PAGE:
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I need to build myself a grape arbor and I happen to have a large amount of "T" or "Y"-post fencing I thought I could use for it. I was thinking of heating it, hammering and shaping and twisting it into something interesting. I thought it was just mild steel, but my bit of research leads to it being rail steel?, which it said is a carbon manganese steel in a pearlitic structure (I don't know much about what I'm saying here - just beginning my self-induced heat treat/metallurgy education. LOL), but other info said possibly bainitic.

If I start heating and shaping this stuff, what little I know about it, I don't think I'll be able to get it back into a bainitic structure without some special equipment I don't have. Will I need to create a long quenching trough and then temper it to finish these and get them back to steel with some strength in it?

Just don't want to end up with something too soft, or too brittle, for its intended purpose (supporting grapevines), or too difficult to work with. Might need to rethink my choice of material for this arbor.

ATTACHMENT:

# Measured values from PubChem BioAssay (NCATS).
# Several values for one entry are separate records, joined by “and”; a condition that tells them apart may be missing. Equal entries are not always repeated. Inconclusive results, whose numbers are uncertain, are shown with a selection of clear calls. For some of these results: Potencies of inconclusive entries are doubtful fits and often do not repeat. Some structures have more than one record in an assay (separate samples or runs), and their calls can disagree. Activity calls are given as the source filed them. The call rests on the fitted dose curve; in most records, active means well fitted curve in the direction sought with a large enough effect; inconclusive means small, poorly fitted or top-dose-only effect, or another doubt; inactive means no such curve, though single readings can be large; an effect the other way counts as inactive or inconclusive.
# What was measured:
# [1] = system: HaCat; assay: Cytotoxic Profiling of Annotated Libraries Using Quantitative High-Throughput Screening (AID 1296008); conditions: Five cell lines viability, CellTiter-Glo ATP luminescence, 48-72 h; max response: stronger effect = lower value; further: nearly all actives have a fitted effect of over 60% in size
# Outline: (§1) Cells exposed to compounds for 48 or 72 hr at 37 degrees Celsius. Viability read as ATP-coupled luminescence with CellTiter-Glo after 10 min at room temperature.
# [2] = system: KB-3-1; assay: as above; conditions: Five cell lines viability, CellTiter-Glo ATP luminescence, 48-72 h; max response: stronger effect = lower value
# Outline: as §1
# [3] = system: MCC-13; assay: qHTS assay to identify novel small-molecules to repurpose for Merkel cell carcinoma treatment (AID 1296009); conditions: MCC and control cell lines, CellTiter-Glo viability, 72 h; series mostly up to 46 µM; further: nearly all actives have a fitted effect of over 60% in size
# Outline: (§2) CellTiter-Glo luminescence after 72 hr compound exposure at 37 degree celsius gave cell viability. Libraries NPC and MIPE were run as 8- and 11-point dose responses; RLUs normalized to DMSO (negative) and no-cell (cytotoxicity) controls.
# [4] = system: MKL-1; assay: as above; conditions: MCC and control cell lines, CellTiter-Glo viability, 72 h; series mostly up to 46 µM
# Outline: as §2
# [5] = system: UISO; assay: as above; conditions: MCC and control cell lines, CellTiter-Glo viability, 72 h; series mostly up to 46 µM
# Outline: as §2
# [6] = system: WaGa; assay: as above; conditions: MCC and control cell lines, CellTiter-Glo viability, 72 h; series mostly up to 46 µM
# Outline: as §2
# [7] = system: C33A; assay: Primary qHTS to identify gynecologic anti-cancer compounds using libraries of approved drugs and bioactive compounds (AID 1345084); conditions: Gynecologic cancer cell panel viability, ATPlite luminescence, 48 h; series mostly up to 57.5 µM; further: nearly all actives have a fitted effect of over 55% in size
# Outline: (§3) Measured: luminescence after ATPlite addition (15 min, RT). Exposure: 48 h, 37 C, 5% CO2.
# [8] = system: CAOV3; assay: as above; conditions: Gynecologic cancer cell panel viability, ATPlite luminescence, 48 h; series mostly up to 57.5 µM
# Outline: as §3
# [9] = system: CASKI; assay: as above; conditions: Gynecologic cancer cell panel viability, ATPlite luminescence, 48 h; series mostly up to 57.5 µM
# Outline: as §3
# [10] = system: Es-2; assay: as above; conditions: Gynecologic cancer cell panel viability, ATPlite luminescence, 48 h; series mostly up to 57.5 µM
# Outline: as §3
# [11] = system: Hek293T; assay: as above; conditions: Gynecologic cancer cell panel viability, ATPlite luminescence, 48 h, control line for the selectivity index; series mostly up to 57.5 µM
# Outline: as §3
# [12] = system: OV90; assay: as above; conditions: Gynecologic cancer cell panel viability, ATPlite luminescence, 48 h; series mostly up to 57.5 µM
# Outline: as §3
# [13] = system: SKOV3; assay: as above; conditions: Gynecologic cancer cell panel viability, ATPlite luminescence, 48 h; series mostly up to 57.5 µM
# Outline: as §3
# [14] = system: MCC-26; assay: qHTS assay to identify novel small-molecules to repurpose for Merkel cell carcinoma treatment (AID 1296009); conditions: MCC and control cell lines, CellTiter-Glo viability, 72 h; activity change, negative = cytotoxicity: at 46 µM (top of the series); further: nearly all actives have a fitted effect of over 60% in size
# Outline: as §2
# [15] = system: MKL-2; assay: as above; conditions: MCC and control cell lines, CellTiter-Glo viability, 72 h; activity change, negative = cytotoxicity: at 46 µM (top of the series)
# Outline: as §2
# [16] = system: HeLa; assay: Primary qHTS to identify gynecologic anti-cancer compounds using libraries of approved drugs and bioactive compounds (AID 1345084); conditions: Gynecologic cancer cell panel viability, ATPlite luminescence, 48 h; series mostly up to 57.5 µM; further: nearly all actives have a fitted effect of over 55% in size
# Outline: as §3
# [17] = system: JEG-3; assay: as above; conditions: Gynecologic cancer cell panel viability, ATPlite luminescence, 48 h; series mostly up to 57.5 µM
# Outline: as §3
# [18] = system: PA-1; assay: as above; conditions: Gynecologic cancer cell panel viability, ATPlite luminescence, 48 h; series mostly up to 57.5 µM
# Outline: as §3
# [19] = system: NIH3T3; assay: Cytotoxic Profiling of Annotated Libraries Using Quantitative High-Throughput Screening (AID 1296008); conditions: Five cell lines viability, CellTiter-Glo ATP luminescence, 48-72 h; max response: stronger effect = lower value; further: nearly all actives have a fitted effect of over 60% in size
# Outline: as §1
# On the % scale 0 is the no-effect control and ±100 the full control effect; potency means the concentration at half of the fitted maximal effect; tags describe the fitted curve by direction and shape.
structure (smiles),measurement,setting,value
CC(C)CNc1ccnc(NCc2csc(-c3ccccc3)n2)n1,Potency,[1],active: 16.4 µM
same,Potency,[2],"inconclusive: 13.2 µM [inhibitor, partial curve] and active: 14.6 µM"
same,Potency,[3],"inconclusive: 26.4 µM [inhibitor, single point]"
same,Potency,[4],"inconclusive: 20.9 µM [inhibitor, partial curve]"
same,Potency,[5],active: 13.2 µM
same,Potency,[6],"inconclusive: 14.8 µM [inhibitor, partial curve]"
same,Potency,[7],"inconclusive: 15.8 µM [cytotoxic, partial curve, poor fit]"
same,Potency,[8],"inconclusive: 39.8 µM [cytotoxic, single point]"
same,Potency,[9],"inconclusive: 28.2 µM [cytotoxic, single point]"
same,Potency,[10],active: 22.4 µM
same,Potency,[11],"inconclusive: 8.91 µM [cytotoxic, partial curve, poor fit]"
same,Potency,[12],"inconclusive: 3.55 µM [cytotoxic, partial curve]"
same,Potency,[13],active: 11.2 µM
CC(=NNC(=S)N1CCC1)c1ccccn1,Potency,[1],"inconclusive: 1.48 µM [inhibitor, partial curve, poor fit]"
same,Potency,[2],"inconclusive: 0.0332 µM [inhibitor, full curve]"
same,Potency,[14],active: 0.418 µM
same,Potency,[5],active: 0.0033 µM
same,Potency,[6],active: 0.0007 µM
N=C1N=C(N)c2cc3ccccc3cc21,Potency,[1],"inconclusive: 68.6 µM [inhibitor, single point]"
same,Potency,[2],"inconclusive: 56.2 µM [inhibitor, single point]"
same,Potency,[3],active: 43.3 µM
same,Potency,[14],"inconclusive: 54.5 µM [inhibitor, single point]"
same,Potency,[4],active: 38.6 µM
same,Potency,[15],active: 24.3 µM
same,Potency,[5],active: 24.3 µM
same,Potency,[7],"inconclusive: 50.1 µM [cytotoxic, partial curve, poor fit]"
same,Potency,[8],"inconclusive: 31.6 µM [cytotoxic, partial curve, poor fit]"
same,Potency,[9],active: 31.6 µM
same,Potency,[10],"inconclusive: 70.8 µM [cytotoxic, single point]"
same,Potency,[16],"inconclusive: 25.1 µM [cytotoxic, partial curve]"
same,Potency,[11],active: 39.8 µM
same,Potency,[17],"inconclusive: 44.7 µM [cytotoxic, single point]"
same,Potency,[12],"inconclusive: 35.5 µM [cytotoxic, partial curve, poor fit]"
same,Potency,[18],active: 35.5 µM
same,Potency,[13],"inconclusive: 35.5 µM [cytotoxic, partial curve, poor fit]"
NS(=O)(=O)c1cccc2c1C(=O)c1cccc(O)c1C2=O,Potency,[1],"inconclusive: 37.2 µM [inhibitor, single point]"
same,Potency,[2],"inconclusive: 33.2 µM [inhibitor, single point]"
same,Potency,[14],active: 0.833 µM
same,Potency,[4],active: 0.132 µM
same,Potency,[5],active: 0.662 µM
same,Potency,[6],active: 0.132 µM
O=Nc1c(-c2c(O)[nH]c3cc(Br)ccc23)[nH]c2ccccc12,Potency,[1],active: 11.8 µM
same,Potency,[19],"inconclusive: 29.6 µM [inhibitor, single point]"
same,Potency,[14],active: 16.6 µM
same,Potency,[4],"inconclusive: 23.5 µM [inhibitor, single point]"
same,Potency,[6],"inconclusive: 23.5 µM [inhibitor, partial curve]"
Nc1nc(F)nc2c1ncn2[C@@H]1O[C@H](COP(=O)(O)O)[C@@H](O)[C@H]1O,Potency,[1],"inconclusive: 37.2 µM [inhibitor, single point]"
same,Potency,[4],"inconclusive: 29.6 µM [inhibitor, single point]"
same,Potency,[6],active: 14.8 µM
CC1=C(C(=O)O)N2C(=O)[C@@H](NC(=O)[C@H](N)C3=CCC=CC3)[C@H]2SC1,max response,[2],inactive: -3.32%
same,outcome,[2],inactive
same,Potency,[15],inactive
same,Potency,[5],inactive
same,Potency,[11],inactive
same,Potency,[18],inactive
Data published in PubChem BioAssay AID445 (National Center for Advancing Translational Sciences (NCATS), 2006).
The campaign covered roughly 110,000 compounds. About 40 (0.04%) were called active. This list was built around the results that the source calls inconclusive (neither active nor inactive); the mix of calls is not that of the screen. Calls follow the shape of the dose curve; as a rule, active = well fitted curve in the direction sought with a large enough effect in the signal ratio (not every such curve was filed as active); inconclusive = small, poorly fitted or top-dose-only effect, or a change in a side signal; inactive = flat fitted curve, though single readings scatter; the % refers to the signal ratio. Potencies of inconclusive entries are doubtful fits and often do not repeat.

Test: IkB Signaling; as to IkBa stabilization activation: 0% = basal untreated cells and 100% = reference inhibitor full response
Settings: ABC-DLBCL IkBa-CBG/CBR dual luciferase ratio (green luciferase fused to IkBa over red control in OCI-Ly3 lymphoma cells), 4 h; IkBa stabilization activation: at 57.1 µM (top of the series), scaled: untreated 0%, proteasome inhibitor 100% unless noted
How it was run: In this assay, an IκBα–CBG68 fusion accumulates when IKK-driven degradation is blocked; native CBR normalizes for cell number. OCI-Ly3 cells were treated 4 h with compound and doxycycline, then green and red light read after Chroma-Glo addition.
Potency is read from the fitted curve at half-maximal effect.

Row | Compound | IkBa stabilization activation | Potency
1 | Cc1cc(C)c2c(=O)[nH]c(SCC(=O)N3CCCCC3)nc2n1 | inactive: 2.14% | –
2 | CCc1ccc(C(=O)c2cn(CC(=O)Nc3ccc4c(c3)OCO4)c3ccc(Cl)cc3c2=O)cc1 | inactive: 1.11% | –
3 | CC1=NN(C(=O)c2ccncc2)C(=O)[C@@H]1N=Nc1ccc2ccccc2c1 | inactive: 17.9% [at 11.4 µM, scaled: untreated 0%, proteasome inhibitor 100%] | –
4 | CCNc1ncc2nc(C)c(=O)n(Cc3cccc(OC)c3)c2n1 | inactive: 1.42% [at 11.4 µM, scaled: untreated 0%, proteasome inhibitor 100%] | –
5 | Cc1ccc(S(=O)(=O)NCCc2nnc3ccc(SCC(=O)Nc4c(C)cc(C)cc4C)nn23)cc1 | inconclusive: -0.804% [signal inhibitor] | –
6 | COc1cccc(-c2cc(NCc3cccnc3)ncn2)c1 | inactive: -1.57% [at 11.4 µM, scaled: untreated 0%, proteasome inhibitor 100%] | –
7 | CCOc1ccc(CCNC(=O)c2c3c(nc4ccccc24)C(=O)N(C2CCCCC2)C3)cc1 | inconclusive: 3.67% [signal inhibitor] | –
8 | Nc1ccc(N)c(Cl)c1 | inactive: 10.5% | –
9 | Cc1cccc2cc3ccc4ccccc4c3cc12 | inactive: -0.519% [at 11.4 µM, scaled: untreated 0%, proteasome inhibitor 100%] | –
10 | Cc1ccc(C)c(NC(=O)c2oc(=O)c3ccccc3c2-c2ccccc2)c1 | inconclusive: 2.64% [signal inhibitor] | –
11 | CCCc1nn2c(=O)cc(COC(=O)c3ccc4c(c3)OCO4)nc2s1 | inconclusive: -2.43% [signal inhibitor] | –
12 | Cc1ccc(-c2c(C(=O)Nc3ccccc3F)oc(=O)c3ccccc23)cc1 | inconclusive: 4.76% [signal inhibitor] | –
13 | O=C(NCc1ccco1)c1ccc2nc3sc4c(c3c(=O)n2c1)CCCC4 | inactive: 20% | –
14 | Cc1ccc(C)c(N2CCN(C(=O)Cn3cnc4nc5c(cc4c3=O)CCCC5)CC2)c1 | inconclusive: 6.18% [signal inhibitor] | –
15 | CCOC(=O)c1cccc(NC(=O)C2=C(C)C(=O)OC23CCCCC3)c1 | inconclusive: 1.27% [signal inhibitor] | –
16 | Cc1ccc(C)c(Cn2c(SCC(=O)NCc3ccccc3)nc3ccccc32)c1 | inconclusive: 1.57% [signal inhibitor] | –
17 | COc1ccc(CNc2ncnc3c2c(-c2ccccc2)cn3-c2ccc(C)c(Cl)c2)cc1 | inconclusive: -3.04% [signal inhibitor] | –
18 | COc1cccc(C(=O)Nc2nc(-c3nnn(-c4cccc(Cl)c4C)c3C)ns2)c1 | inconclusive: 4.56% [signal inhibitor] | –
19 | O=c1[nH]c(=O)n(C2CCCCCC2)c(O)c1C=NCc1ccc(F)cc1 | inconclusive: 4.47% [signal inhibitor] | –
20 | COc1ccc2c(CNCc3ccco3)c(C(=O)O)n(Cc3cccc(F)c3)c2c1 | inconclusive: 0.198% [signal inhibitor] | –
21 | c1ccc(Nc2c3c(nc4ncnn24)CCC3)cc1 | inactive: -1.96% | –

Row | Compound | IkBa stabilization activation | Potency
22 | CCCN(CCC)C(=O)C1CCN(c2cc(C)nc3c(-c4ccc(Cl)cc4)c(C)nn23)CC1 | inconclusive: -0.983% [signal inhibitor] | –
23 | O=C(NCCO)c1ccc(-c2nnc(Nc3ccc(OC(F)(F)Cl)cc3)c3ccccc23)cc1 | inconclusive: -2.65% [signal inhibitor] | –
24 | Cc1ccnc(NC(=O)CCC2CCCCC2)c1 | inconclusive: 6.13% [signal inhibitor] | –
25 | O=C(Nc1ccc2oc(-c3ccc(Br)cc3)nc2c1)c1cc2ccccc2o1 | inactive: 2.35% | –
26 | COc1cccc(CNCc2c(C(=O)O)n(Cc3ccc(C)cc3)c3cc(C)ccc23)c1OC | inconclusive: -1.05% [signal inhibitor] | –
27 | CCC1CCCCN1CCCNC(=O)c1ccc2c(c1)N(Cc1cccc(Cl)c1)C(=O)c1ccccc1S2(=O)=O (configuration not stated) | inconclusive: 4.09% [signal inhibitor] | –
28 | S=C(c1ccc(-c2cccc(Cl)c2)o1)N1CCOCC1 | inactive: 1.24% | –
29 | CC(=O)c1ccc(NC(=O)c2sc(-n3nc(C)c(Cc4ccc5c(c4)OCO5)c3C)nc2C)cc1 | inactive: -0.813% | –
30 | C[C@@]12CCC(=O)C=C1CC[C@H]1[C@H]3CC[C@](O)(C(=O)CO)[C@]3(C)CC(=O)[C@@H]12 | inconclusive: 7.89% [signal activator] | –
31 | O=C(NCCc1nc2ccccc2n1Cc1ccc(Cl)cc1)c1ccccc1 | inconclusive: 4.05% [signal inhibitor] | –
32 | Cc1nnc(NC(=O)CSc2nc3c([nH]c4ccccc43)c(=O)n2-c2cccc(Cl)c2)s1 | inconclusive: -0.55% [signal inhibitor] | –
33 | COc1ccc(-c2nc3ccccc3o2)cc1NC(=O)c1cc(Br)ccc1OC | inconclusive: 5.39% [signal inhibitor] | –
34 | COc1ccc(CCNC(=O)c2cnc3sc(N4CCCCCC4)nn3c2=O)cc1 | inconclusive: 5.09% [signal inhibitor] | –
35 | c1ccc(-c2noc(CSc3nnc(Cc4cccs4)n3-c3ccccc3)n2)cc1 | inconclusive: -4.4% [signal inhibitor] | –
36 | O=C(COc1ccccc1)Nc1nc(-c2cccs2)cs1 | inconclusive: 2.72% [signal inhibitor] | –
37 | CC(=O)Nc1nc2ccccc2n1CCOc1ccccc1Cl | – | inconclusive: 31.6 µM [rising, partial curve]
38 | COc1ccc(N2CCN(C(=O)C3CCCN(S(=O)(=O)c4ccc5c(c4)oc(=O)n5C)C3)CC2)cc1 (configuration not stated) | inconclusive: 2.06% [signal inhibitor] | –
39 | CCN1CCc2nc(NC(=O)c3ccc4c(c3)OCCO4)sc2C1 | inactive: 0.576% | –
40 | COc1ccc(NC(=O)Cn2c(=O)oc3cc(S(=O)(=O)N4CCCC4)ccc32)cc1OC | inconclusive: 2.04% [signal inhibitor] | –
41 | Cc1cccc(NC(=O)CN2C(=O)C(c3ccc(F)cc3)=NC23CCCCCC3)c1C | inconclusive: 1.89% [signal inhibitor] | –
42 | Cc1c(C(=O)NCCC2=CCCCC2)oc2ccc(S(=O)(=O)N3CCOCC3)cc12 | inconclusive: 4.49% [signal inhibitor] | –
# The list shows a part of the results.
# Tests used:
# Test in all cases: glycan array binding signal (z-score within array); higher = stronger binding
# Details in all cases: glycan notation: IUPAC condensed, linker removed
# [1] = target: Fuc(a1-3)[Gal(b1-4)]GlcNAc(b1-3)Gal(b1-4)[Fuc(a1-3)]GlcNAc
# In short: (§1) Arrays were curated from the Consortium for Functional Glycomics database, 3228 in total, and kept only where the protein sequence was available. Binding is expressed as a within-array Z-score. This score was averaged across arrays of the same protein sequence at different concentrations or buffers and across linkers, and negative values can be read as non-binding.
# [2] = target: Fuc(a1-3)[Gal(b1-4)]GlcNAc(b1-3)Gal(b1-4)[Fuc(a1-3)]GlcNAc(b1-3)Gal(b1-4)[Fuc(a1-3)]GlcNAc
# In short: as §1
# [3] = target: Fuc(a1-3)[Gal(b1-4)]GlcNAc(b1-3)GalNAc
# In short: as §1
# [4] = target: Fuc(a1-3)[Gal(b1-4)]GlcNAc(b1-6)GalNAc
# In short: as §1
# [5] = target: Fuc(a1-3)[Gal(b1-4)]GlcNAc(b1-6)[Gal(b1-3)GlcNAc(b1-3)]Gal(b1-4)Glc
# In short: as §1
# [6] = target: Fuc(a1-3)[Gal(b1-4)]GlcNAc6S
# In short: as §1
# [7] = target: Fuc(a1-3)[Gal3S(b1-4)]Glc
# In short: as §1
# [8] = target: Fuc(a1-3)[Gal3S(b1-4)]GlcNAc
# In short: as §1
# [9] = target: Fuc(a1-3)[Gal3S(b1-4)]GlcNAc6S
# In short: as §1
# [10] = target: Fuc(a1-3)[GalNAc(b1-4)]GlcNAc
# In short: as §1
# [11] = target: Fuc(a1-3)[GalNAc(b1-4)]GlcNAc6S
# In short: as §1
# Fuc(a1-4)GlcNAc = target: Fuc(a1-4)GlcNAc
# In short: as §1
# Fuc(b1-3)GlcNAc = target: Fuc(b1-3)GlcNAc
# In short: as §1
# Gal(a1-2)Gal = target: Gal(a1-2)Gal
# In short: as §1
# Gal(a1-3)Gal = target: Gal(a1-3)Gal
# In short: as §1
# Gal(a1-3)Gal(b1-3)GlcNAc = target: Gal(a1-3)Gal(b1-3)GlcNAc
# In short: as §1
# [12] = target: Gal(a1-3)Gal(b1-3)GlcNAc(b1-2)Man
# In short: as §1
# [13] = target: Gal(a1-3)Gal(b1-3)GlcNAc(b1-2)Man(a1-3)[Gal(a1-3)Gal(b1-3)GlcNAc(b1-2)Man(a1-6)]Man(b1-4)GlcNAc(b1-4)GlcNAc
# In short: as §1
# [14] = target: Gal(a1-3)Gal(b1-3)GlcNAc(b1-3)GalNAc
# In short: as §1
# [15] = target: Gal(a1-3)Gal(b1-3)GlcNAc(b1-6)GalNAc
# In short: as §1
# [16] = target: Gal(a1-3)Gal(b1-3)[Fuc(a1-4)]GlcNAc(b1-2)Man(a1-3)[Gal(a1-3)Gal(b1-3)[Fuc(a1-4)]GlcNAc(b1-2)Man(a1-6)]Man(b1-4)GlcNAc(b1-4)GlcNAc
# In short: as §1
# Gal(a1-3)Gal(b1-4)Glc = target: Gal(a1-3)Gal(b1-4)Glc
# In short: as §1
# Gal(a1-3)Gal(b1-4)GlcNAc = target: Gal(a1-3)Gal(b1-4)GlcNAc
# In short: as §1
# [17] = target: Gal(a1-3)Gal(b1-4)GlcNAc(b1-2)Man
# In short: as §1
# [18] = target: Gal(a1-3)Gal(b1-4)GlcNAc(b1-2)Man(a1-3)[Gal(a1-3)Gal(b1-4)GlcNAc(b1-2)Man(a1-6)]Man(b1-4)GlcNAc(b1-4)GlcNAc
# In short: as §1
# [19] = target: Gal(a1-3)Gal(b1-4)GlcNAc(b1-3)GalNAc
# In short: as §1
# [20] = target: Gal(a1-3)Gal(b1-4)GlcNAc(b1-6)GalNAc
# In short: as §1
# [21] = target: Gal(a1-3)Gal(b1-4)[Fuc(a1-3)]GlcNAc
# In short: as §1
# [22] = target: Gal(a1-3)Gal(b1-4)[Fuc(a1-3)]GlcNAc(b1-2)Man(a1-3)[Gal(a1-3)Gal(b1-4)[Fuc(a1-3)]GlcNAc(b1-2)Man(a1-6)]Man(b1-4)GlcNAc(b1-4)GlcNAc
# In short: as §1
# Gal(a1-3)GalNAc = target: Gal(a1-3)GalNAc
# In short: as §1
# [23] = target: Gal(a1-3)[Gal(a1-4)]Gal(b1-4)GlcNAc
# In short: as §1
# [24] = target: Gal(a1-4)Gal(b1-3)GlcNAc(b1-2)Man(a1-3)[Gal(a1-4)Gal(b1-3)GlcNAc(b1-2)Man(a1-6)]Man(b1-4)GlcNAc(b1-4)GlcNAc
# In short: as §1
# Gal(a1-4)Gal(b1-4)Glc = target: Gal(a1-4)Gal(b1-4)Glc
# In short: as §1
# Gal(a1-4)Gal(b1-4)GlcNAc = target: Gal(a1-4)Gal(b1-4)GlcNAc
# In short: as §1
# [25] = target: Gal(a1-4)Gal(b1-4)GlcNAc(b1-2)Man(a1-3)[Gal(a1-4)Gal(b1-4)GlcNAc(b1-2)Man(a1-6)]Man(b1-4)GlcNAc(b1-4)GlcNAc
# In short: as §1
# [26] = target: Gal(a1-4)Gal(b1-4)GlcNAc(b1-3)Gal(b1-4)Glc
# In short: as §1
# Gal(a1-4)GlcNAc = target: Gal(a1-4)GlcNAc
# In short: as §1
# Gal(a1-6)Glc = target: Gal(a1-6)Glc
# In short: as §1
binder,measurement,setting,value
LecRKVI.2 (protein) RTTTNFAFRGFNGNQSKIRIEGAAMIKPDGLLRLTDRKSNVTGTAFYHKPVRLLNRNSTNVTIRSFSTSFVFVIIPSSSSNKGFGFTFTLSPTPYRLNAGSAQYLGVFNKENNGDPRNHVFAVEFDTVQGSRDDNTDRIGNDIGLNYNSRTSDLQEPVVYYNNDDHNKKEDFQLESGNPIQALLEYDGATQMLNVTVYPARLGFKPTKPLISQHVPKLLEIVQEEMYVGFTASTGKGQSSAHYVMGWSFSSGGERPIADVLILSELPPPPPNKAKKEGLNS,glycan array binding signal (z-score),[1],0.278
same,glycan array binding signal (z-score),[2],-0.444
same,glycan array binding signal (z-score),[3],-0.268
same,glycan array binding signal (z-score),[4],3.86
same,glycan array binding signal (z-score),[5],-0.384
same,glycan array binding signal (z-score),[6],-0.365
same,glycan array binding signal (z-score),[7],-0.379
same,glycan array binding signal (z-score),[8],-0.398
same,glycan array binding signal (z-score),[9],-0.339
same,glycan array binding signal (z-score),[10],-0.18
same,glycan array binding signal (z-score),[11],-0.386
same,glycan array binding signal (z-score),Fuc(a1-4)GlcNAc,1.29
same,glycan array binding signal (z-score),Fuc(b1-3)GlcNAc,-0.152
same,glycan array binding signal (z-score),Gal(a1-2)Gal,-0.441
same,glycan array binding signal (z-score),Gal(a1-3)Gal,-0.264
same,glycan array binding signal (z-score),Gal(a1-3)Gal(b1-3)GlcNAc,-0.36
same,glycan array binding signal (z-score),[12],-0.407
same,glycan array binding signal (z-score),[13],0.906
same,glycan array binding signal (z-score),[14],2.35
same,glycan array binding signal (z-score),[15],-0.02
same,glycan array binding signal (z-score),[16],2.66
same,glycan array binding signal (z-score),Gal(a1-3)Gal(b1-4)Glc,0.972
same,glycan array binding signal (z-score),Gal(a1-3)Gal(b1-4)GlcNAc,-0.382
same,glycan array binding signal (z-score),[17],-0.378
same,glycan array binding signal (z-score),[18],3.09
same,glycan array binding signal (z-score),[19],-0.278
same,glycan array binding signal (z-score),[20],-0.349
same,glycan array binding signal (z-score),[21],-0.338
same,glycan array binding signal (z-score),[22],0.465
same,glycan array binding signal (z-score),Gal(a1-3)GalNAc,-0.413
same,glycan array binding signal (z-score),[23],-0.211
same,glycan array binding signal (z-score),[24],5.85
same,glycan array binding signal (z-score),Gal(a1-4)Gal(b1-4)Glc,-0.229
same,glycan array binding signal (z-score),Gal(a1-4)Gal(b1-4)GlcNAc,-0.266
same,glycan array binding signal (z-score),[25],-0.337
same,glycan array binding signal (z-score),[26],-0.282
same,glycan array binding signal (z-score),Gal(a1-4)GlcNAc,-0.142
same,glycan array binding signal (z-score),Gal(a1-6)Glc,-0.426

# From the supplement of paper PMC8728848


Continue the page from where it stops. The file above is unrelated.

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Can you reference where you got the idea it's more than the cheapest stew-pot steel one can make?  Anything beyond that is not my experience with T posts.  I do have some very old ones which seem a bit stiffer than the modern ones but that's mostly due to having thicker members than they make now. 

Just curious also as I have dozens of old T posts and they seem, property wise,  as un-complicated a steel as it gets. However, I haven't tossed them in the flames to see how they actually beat.

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The source of my meager research. The last two links are from UK sources - maybe their rail steel is different from US.










That's what I was thinking also, Kozzy. Has to be pretty basic steel - they're just fence posts. But thought I'd see what I could find, just to be sure. After my little bit of looking, I wasn't sure. And my first steps into heat treating education tell me bainite is hard to achieve - like reducing the temp of the steel from 1400-1500f (critical temp) to 400-600f in 1 to 2 seconds. So it had me scratching my head a bit.

I couldn't find a carbon percentage for it Thomas. Maybe I didn't read through the info thoroughly enough.

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